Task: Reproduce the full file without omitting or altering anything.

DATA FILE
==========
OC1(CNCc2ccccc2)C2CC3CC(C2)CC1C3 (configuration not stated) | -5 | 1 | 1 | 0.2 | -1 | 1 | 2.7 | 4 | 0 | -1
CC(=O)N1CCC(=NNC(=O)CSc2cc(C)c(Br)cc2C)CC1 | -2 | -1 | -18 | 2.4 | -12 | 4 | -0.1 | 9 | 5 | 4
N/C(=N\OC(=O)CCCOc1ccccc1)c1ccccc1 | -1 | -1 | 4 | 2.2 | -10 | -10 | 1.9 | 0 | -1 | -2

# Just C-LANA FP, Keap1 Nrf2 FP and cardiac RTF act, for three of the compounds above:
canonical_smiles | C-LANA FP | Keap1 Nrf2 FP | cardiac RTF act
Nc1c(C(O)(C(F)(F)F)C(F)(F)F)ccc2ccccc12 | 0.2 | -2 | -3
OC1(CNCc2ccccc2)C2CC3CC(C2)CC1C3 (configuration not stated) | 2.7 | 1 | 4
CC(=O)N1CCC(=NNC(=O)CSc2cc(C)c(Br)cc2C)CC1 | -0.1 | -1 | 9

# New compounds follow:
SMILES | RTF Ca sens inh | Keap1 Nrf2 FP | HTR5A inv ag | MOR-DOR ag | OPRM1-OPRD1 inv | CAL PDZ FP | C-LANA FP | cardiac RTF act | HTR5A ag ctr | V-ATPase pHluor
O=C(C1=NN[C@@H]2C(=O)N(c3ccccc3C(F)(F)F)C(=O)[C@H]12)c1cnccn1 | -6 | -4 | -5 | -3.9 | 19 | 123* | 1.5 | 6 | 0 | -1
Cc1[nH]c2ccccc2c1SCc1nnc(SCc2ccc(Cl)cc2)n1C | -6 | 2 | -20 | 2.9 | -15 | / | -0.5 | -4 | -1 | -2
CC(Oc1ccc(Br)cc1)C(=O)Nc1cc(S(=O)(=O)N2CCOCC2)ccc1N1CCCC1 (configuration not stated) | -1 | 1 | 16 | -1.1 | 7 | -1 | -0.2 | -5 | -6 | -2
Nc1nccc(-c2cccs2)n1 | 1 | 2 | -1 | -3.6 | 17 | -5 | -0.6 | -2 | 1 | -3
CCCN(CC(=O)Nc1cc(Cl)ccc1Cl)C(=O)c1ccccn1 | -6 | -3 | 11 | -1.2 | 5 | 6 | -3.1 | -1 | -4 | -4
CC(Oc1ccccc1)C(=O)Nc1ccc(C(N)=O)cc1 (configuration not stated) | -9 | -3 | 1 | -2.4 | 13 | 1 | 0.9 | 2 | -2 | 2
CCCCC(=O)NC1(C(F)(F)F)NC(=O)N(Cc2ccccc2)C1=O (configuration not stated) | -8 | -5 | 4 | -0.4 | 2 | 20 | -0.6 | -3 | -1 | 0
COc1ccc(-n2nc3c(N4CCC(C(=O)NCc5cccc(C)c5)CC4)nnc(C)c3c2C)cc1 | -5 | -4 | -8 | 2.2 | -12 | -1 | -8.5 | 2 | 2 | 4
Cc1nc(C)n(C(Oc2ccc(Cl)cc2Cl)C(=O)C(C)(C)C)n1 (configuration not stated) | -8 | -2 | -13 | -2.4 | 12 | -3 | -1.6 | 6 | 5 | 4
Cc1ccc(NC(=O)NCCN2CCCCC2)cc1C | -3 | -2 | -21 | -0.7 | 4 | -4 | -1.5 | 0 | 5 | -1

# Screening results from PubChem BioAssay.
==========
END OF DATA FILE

OC1(CNCc2ccccc2)C2CC3CC(C2)CC1C3 (configuration not stated) | -5 | 1 | 1 | 0.2 | -1 | 1 | 2.7 | 4 | 0 | -1
CC(=O)N1CCC(=NNC(=O)CSc2cc(C)c(Br)cc2C)CC1 | -2 | -1 | -18 | 2.4 | -12 | 4 | -0.1 | 9 | 5 | 4
N/C(=N\OC(=O)CCCOc1ccccc1)c1ccccc1 | -1 | -1 | 4 | 2.2 | -10 | -10 | 1.9 | 0 | -1 | -2

# Just C-LANA FP, Keap1 Nrf2 FP and cardiac RTF act, for three of the compounds above:
canonical_smiles | C-LANA FP | Keap1 Nrf2 FP | cardiac RTF act
Nc1c(C(O)(C(F)(F)F)C(F)(F)F)ccc2ccccc12 | 0.2 | -2 | -3
OC1(CNCc2ccccc2)C2CC3CC(C2)CC1C3 (configuration not stated) | 2.7 | 1 | 4
CC(=O)N1CCC(=NNC(=O)CSc2cc(C)c(Br)cc2C)CC1 | -0.1 | -1 | 9

# New compounds follow:
SMILES | RTF Ca sens inh | Keap1 Nrf2 FP | HTR5A inv ag | MOR-DOR ag | OPRM1-OPRD1 inv | CAL PDZ FP | C-LANA FP | cardiac RTF act | HTR5A ag ctr | V-ATPase pHluor
O=C(C1=NN[C@@H]2C(=O)N(c3ccccc3C(F)(F)F)C(=O)[C@H]12)c1cnccn1 | -6 | -4 | -5 | -3.9 | 19 | 123* | 1.5 | 6 | 0 | -1
Cc1[nH]c2ccccc2c1SCc1nnc(SCc2ccc(Cl)cc2)n1C | -6 | 2 | -20 | 2.9 | -15 | / | -0.5 | -4 | -1 | -2
CC(Oc1ccc(Br)cc1)C(=O)Nc1cc(S(=O)(=O)N2CCOCC2)ccc1N1CCCC1 (configuration not stated) | -1 | 1 | 16 | -1.1 | 7 | -1 | -0.2 | -5 | -6 | -2
Nc1nccc(-c2cccs2)n1 | 1 | 2 | -1 | -3.6 | 17 | -5 | -0.6 | -2 | 1 | -3
CCCN(CC(=O)Nc1cc(Cl)ccc1Cl)C(=O)c1ccccn1 | -6 | -3 | 11 | -1.2 | 5 | 6 | -3.1 | -1 | -4 | -4
CC(Oc1ccccc1)C(=O)Nc1ccc(C(N)=O)cc1 (configuration not stated) | -9 | -3 | 1 | -2.4 | 13 | 1 | 0.9 | 2 | -2 | 2
CCCCC(=O)NC1(C(F)(F)F)NC(=O)N(Cc2ccccc2)C1=O (configuration not stated) | -8 | -5 | 4 | -0.4 | 2 | 20 | -0.6 | -3 | -1 | 0
COc1ccc(-n2nc3c(N4CCC(C(=O)NCc5cccc(C)c5)CC4)nnc(C)c3c2C)cc1 | -5 | -4 | -8 | 2.2 | -12 | -1 | -8.5 | 2 | 2 | 4
Cc1nc(C)n(C(Oc2ccc(Cl)cc2Cl)C(=O)C(C)(C)C)n1 (configuration not stated) | -8 | -2 | -13 | -2.4 | 12 | -3 | -1.6 | 6 | 5 | 4
Cc1ccc(NC(=O)NCCN2CCCCC2)cc1C | -3 | -2 | -21 | -0.7 | 4 | -4 | -1.5 | 0 | 5 | -1

# Screening results from PubChem BioAssay.